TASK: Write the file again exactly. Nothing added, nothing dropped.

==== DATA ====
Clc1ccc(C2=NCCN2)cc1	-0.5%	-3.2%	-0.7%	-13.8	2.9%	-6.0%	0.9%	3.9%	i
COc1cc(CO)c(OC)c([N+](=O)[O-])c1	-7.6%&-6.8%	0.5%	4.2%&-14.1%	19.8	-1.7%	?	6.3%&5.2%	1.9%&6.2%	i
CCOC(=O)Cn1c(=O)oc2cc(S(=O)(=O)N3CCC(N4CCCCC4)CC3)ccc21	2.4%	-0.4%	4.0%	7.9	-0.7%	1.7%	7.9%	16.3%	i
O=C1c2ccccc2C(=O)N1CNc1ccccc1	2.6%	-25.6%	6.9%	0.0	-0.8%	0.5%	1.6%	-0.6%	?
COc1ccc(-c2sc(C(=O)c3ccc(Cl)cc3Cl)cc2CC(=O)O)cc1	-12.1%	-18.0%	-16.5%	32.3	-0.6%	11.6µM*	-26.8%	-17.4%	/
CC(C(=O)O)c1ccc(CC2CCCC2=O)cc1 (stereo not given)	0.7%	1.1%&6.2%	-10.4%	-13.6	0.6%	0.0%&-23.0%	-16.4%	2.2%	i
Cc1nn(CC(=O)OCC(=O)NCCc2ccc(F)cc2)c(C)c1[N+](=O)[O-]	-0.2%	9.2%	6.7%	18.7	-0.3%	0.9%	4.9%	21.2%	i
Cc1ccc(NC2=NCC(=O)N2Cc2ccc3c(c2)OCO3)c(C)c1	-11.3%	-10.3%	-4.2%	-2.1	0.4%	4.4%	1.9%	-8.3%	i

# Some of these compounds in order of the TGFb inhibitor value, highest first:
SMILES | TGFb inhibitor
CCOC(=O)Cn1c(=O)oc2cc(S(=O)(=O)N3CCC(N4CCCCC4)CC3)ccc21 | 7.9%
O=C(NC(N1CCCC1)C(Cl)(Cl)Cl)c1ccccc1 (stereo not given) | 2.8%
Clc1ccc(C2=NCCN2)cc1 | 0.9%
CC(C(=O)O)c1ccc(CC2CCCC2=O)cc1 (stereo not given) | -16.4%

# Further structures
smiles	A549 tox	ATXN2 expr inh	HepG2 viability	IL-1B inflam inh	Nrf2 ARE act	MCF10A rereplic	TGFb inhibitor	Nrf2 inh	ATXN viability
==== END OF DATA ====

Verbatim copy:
Clc1ccc(C2=NCCN2)cc1	-0.5%	-3.2%	-0.7%	-13.8	2.9%	-6.0%	0.9%	3.9%	i
COc1cc(CO)c(OC)c([N+](=O)[O-])c1	-7.6%&-6.8%	0.5%	4.2%&-14.1%	19.8	-1.7%	?	6.3%&5.2%	1.9%&6.2%	i
CCOC(=O)Cn1c(=O)oc2cc(S(=O)(=O)N3CCC(N4CCCCC4)CC3)ccc21	2.4%	-0.4%	4.0%	7.9	-0.7%	1.7%	7.9%	16.3%	i
O=C1c2ccccc2C(=O)N1CNc1ccccc1	2.6%	-25.6%	6.9%	0.0	-0.8%	0.5%	1.6%	-0.6%	?
COc1ccc(-c2sc(C(=O)c3ccc(Cl)cc3Cl)cc2CC(=O)O)cc1	-12.1%	-18.0%	-16.5%	32.3	-0.6%	11.6µM*	-26.8%	-17.4%	/
CC(C(=O)O)c1ccc(CC2CCCC2=O)cc1 (stereo not given)	0.7%	1.1%&6.2%	-10.4%	-13.6	0.6%	0.0%&-23.0%	-16.4%	2.2%	i
Cc1nn(CC(=O)OCC(=O)NCCc2ccc(F)cc2)c(C)c1[N+](=O)[O-]	-0.2%	9.2%	6.7%	18.7	-0.3%	0.9%	4.9%	21.2%	i
Cc1ccc(NC2=NCC(=O)N2Cc2ccc3c(c2)OCO3)c(C)c1	-11.3%	-10.3%	-4.2%	-2.1	0.4%	4.4%	1.9%	-8.3%	i

# Some of these compounds in order of the TGFb inhibitor value, highest first:
SMILES | TGFb inhibitor
CCOC(=O)Cn1c(=O)oc2cc(S(=O)(=O)N3CCC(N4CCCCC4)CC3)ccc21 | 7.9%
O=C(NC(N1CCCC1)C(Cl)(Cl)Cl)c1ccccc1 (stereo not given) | 2.8%
Clc1ccc(C2=NCCN2)cc1 | 0.9%
CC(C(=O)O)c1ccc(CC2CCCC2=O)cc1 (stereo not given) | -16.4%

# Further structures
smiles	A549 tox	ATXN2 expr inh	HepG2 viability	IL-1B inflam inh	Nrf2 ARE act	MCF10A rereplic	TGFb inhibitor	Nrf2 inh	ATXN viability